4. Spend quality time with family

Oikoyenia, family, is core to Greek culture. I see how family-oriented Greece is in so many ways but especially by the way people refer to where they’re from by where their parents are from, their grandparents are from, and even where their great grandparents are from. It’s so special and speaks to what’s important to them.

5. Embrace meraki

Meraki is the idea of doing something with your whole self, whether that’s painting, setting a table, cooking, dancing, or talking. It’s not about going fast or being perfect, but rather giving something or someone your complete undivided attention.

Stairs in Naxos

For me, Meraki looks like reading and putting my phone away, walking my dog as if it’s the only thing I have to do all day, or eating dinner with my husband and listening intently to his every word. Subtle yet significant shifts to these everyday activities have really impacted my life in positive ways.

6. Dance!

One of my favorite moments on my last trip to Greece was on a late-night walk back to our hotel. We were stumbling home with a few drinks in our system and it was almost 1 a.m. Out of nowhere, music was blasting from someone’s patio and there was a beautiful group of people dancing, including paida (children). They looked like they were having the time of their lives.

Why not have more dance parties in your kitchen, backyard, local restaurants, friends’ houses, anywhere, and everywhere?

7. Eat longer meals

Dinner in Naxos

After visiting Europe, I think most would agree that it’s jarring to come back to the U.S. and get the bill after 45 minutes. In fact, in our post-pandemic world, now hosts often tell us that we have a 90-minute limit on a table before we even sit down. I get it. Reservations are booked. People need to sit. Tips are to be made. But there’s something so soul-filling about enjoying a long meal with friends, tacking on a dessert you didn’t have room for an hour earlier, and extending the experience with a cappuccino. Dinners like these have become some of my all-time favorite memories. The slower the better.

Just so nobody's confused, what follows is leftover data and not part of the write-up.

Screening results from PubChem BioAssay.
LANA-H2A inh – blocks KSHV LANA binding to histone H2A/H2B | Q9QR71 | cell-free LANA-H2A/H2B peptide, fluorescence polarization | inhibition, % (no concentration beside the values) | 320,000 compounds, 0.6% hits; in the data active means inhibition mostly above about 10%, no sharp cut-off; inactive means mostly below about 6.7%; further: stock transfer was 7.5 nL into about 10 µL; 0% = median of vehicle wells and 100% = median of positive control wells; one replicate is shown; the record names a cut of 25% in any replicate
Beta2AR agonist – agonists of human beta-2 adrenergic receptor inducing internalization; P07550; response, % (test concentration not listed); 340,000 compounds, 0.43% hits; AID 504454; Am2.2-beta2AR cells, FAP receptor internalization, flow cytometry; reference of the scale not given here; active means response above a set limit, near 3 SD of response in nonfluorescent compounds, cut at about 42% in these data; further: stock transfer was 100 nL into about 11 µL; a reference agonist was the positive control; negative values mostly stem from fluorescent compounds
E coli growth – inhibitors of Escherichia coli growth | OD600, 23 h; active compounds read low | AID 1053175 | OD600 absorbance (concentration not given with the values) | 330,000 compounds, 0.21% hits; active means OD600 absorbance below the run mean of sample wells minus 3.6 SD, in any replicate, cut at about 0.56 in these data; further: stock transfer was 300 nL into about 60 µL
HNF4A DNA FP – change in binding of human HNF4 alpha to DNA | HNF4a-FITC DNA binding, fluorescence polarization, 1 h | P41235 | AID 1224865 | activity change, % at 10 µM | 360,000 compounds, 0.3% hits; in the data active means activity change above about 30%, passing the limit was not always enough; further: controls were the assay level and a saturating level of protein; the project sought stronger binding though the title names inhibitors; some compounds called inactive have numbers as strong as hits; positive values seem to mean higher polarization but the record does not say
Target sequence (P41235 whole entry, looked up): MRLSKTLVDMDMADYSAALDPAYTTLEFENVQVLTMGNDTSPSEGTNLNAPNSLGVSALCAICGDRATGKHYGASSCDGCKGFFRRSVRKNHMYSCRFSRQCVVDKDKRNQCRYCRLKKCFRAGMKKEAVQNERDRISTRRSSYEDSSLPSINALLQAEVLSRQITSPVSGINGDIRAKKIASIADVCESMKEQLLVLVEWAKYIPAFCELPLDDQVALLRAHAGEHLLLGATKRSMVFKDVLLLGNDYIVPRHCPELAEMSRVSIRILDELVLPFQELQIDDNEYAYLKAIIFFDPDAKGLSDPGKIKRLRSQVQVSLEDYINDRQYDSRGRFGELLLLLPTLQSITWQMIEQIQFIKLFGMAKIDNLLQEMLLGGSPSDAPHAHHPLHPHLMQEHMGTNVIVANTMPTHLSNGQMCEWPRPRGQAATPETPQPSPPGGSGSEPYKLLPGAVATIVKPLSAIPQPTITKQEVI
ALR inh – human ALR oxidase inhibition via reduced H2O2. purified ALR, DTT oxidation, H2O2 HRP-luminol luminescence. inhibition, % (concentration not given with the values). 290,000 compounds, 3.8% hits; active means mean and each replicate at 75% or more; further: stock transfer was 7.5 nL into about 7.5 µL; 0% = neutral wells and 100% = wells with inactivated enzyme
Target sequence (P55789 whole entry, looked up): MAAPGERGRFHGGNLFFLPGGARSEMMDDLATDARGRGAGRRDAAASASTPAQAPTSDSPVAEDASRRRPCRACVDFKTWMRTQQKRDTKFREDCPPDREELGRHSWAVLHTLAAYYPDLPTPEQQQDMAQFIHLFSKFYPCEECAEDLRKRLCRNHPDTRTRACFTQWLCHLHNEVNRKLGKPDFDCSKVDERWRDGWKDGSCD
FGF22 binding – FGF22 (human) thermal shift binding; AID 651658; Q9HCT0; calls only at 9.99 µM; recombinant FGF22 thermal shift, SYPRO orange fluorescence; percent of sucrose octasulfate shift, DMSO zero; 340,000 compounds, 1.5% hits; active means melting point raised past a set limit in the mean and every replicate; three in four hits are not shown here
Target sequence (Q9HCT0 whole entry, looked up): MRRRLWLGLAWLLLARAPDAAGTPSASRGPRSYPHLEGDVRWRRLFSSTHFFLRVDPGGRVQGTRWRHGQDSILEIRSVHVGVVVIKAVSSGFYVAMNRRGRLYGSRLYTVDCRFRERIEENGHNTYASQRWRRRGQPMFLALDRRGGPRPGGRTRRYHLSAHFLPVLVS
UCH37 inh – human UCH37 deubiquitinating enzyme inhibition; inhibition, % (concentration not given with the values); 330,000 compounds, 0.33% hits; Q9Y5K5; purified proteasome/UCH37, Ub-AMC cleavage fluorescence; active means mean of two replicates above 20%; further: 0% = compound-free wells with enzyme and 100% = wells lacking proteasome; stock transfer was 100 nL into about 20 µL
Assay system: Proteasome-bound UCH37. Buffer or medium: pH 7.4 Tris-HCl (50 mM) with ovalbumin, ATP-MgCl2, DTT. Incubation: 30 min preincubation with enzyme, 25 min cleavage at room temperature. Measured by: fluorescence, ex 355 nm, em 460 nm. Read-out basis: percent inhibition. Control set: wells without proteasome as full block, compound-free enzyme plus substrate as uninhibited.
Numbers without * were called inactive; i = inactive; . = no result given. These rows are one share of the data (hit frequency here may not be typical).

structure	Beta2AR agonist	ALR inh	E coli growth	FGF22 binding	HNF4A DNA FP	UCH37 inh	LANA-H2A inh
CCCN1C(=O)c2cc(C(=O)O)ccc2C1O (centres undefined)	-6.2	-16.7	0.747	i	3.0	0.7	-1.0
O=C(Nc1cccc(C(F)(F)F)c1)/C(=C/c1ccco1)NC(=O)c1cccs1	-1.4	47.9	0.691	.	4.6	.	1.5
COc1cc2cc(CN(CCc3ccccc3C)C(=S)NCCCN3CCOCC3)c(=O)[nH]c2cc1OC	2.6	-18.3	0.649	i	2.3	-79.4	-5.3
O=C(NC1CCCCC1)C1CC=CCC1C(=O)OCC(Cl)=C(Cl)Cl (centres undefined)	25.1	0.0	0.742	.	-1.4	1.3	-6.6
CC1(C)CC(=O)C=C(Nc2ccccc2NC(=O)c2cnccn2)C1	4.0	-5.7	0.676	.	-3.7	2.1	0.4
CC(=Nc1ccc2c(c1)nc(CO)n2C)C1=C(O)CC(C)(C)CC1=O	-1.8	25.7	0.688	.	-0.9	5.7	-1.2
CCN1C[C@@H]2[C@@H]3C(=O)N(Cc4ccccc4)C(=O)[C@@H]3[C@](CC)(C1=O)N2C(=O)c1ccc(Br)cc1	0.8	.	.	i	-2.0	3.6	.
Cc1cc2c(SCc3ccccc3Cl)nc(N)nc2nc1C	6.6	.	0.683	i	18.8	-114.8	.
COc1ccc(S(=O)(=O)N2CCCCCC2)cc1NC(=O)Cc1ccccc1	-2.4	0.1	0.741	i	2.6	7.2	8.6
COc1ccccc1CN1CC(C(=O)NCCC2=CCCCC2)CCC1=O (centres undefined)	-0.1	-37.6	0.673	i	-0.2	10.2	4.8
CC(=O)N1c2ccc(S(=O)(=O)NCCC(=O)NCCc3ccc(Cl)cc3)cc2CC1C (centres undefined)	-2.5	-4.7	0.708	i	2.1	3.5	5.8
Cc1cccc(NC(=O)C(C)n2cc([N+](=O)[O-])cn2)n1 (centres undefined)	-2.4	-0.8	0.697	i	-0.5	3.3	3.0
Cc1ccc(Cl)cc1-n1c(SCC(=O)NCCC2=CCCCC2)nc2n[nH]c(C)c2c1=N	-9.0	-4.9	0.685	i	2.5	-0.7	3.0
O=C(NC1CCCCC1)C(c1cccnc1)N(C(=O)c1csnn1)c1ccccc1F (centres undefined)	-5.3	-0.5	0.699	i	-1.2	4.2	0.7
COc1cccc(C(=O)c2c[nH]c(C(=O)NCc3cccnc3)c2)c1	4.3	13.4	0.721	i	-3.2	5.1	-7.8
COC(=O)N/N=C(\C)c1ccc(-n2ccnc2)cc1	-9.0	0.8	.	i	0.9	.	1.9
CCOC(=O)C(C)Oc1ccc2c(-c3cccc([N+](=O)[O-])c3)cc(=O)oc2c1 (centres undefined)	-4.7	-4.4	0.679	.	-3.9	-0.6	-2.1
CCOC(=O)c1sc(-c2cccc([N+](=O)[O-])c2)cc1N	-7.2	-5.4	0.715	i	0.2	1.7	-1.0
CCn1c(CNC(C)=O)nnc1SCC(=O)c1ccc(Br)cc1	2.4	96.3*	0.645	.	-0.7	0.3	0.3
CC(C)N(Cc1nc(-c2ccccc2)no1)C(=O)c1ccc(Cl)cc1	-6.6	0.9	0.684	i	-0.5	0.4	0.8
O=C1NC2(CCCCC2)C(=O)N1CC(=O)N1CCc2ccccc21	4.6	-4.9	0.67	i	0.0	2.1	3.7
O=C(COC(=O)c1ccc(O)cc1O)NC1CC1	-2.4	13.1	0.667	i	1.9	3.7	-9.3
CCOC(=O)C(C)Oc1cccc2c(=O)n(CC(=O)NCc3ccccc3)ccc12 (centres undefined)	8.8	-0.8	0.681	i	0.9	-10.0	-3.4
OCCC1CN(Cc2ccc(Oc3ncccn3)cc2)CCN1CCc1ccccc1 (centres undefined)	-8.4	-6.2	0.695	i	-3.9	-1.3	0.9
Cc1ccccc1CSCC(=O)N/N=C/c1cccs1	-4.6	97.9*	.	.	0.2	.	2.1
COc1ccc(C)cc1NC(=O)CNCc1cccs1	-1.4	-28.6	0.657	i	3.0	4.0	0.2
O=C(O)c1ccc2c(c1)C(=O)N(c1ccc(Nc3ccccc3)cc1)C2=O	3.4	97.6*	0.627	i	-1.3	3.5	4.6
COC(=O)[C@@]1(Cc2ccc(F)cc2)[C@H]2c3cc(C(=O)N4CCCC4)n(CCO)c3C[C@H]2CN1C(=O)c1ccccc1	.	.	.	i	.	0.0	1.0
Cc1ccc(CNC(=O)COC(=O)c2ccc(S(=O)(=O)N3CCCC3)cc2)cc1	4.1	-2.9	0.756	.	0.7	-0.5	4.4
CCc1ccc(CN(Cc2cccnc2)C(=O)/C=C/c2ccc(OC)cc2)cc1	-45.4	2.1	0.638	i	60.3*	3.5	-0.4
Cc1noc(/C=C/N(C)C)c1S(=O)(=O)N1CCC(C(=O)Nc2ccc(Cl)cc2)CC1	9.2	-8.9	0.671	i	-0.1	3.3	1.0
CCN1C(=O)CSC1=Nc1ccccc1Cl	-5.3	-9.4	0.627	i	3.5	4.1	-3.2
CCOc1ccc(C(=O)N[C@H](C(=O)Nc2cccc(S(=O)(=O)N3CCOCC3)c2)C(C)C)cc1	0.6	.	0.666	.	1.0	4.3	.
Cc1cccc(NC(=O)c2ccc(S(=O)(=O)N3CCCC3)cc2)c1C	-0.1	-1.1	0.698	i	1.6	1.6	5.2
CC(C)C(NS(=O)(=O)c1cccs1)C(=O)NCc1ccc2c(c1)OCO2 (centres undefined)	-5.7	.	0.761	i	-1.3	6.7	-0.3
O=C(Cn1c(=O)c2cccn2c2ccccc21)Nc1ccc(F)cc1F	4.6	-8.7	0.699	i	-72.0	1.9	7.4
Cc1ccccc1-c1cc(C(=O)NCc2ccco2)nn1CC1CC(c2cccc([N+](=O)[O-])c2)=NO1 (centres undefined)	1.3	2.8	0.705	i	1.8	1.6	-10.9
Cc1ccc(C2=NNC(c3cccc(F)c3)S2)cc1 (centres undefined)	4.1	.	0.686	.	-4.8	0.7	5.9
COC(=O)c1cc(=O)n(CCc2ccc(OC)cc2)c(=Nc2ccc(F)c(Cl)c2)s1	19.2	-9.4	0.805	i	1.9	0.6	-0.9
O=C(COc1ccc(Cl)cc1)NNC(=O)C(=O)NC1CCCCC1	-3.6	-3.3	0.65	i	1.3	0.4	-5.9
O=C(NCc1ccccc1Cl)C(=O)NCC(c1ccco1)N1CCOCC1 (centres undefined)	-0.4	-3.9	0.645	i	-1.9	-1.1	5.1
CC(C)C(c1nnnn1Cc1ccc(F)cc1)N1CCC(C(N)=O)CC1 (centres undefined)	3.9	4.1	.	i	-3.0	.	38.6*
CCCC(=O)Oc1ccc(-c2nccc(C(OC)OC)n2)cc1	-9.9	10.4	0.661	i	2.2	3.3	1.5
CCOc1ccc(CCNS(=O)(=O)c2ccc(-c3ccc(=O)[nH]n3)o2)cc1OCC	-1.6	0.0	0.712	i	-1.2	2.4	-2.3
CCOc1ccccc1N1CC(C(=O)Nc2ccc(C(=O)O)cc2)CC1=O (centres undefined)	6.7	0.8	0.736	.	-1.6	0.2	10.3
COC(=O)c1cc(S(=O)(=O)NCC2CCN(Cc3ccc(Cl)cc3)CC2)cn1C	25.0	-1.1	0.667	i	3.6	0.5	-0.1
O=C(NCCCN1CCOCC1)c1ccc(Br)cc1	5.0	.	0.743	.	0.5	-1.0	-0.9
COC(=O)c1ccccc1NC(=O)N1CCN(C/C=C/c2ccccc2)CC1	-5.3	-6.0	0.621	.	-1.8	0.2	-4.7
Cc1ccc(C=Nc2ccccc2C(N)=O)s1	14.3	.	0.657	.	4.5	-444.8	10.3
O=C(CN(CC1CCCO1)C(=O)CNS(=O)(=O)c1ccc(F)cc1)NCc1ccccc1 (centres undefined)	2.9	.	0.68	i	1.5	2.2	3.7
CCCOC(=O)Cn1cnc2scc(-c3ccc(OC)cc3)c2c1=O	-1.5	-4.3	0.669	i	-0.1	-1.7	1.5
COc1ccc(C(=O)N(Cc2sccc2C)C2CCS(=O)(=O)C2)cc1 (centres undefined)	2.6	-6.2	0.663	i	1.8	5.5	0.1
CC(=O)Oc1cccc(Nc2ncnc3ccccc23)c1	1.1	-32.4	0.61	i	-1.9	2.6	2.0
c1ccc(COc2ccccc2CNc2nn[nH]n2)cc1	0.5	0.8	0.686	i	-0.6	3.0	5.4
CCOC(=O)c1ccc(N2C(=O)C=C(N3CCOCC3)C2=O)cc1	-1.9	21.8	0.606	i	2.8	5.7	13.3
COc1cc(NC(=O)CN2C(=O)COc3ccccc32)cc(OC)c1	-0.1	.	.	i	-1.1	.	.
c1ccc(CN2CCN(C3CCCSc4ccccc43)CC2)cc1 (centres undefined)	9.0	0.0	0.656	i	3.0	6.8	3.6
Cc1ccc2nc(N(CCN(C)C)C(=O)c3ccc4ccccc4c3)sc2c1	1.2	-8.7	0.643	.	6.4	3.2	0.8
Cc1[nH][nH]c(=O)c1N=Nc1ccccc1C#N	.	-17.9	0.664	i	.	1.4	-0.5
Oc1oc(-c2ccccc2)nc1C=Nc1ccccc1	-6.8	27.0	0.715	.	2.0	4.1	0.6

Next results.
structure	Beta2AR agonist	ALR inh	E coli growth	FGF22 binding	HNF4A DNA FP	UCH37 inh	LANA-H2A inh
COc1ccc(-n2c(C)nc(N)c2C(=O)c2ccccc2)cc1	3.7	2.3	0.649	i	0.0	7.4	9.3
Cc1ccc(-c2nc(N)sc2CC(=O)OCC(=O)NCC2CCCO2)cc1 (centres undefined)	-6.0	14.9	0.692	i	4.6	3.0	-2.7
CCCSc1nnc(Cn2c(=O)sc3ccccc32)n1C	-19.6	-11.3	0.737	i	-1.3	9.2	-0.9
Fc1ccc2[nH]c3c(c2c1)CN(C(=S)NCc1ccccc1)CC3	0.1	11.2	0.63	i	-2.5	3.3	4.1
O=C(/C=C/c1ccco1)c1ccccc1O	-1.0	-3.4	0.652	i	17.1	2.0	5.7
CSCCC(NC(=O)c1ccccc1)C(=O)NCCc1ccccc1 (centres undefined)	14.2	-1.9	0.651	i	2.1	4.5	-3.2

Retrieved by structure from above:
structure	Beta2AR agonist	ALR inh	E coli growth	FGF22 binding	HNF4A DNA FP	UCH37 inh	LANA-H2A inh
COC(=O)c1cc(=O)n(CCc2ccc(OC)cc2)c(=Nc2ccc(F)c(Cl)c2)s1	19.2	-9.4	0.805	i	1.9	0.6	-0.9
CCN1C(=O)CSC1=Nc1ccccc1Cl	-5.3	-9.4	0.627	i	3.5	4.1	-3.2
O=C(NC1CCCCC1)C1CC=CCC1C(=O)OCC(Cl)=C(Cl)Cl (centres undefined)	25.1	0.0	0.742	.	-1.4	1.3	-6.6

8. Cook lengthy recipes

Greek recipes are often extremely lengthy and intricate. Spanakopita, dolmades, and pastitsio are the first dishes that come to mind. Sometimes I feel intimidated to make these recipes and get overwhelmed by the ingredients list. But when I do, I feel very fulfilled and satisfied, like I did something authentically good for myself and my family.

9. Learn something new

Bookstore in Santorini
Atlantis Books in Santorini

There is so much appreciation for the arts in Greece. The love for archeology, painting, writing and history is felt in the way people communicate and share ideas. Our waiter in Naxos once told us she works during the tourist season (May to September) non-stop, and then she spends the other seasons traveling, reading, writing poetry and learning.

While my work doesn’t have this schedule and probably never will, it was a reminder to supplement work with other creative outlets for a more well-rounded life — including writing this little post right now!

Read more: How learning Greek has strengthened my marriage.